Britain: Labour Party membership plummets

By Julie Hyland
19 April 2004

The Labour Party’s official membership has fallen to less than a quarter of a million—its lowest level for 70 years.

According to the latest published figures, Labour membership of 248,294 is now much lower than the Conservatives—which claim 300,000 members—despite the Tories’ loss of support over the last decade being considered to have set a new low in the fortunes of a major party.

Details of Labour’s plummeting membership were revealed in the Guardian newspaper on April 12. So dire is the situation considered to be that some members have formed a Save the Labour Party (SLP) group to highlight the issue.

The group are concerned that, with the equivalent of less than 390 members in each constituency, the party is effectively unable to mount any kind of viable election campaign. The group say that there are not enough volunteers available to canvas for support or even to stuff envelopes, threatening the party’s electoral chances in the upcoming local and European elections on June 10, and that many branches are unable to meet and make decisions.

But even the latest published figure is inflated, according to the SLP, as it includes lapsed members. As the figure only runs up to the end of 2002, it also does not include those who left the party over the last year in opposition to its support for the US-led attack on Iraq. Sources suggest that thousands of members have left the party in opposition to the war, although no official figures are available.

In former Labour strongholds such as Sheffield, there are complaints that the party is unable to mobilise enough support even to ensure each ballot station is covered. According to one report, the party could not even cover five ballot stations in the city during the last elections.

According to the Guardian, a survey of eight Labour Party constituencies revealed that almost 12 percent of those listed as members were actually lapsed as their membership subscriptions were more than six months in arrears. This would suggest that actual membership is at least 30,000 lower than suggested, taking it down to levels last seen in the 1930s.

SLP chairman Peter Kenyon said the group had decided it was more dangerous politically to sit on the figures.

“The latest figures are a crushing indictment of the latest generation of British political leaders and New Labour under Blair in particular,” said Kenyon. “We consider the electoral risk of saying nothing is greater than highlighting the issues now.”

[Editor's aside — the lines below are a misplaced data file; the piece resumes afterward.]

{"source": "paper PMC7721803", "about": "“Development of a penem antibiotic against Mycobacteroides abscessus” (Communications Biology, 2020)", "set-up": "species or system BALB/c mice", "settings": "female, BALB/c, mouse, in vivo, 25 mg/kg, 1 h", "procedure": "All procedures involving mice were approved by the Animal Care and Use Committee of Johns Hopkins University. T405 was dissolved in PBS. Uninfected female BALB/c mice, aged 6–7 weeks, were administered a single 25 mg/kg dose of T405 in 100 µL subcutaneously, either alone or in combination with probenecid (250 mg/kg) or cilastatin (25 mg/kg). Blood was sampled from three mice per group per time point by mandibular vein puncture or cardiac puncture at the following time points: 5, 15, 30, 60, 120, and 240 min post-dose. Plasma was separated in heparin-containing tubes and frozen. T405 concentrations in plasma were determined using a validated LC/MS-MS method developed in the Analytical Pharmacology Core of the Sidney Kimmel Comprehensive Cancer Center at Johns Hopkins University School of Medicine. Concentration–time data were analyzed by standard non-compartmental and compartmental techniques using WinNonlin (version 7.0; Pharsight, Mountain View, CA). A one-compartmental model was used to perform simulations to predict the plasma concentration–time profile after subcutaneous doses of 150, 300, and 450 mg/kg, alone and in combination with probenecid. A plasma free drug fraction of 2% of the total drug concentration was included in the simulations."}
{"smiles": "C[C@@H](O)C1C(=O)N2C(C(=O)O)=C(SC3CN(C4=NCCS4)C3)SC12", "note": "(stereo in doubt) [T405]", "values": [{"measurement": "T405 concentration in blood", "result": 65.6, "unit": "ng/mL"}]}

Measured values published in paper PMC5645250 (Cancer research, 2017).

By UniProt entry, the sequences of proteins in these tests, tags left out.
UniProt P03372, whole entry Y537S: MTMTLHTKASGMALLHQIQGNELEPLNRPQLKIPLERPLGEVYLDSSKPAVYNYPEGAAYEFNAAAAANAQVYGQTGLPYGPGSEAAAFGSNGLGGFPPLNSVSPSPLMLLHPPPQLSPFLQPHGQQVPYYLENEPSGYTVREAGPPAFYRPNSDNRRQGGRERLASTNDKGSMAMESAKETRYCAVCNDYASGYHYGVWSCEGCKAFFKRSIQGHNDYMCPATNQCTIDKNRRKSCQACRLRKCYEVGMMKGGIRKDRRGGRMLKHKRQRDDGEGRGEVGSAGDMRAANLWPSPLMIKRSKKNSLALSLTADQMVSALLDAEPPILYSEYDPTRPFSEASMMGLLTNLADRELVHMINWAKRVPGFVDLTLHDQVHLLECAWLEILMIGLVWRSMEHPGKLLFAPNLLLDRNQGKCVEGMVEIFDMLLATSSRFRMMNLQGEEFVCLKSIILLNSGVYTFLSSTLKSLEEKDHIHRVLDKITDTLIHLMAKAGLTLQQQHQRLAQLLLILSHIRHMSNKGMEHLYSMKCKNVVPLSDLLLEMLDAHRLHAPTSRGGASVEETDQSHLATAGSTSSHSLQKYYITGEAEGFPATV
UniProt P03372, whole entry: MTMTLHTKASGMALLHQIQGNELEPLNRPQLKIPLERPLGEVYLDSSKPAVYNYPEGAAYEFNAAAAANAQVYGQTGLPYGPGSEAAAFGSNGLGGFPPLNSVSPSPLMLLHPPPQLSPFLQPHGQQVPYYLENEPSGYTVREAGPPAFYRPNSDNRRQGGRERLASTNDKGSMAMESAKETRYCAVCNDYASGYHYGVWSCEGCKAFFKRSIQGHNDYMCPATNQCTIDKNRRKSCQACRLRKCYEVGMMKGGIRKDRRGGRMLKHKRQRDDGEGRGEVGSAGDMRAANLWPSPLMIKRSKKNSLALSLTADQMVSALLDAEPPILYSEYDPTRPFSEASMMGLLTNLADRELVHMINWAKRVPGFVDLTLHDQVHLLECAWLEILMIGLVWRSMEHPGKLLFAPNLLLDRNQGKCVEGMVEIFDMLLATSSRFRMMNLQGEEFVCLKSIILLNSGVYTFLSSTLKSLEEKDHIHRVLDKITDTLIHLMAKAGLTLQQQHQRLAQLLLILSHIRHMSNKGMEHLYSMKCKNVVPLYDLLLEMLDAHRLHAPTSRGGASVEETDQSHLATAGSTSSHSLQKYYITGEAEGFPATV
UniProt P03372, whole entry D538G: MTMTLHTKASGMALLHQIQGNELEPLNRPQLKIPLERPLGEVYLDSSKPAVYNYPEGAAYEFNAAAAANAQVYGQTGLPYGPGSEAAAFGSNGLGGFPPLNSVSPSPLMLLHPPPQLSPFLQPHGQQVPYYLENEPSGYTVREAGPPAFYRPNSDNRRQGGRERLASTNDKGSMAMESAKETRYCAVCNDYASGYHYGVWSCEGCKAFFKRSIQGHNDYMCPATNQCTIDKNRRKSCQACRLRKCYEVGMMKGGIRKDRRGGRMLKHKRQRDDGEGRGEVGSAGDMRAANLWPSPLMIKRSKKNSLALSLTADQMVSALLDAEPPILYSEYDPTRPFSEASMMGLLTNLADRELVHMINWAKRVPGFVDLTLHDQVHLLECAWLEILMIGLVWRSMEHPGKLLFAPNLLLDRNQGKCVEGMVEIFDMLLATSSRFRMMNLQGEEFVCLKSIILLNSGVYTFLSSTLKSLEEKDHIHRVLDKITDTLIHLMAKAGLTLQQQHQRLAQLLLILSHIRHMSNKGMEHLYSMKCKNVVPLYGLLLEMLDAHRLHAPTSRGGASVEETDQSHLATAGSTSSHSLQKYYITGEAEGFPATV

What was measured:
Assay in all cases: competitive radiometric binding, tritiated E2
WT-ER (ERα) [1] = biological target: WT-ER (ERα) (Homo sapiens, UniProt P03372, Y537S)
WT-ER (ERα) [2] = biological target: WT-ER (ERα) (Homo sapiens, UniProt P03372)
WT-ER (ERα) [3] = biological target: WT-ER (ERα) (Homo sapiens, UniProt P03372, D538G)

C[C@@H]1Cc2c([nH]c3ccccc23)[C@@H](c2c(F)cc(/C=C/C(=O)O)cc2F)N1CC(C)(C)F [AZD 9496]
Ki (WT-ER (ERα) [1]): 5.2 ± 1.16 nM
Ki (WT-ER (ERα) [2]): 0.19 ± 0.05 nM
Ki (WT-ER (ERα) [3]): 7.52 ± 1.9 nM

Labour admits that the latest figures are way below the 405,000 recorded members claimed by the party when Prime Minister Tony Blair took office in 1997, and even below the 265,000 claimed when he took over as party leader in 1994.

The increase in numbers between 1994 and 1997 was largely facilitated by Blair’s decision to introduce a lower level of membership subscription in order to establish an alternative power base for him within the party so as to facilitate his efforts to sever Labour’s connection with the working class.

Oriented to more privileged layers of the middle class and disillusioned Conservatives attracted by his paean to the free market and global capital, and aided by the passivity of the so-called “lefts,” Blair refashioned Labour as the preferred party of big business, receiving the backing of such former stalwart Conservative newspapers as the Sun during the 1997 election.

But whilst these layers may have been sufficient to bring Blair to power, they do not constitute a foundation for sustaining the party as a viable political organisation.

It is fitting that Labour’s fate should be treated in the same manner as those of other endangered species—with a special group set up dedicated to trying to ensure its survival in otherwise hostile conditions.

The party’s embrace of privatisation, its attacks on democratic rights and its warmongering in defiance of popular opinion has severely damaged its standing. But its loss of a once loyal membership since the Iraq war is only a partial reflection of the alienation of the broad mass of the population from Blair and his New Labour monstrosity.

Neither the anxious efforts of the SLP, nor even the backing of Rupert Murdoch’s News International empire, will be enough to reverse Labour’s decline, which is rooted in the growth of social inequality and class polarisation facilitated by the Blair government’s policies.

Labour’s bright idea for winning back members is for Blair to send a personal letter to the 40,000 individuals known to have left since 2001, inviting them to rejoin. So far removed is the party from the concerns and outlook of working people that the prime minister is still considered by its leaders to be Labour’s greatest draw, rather than its greatest liability.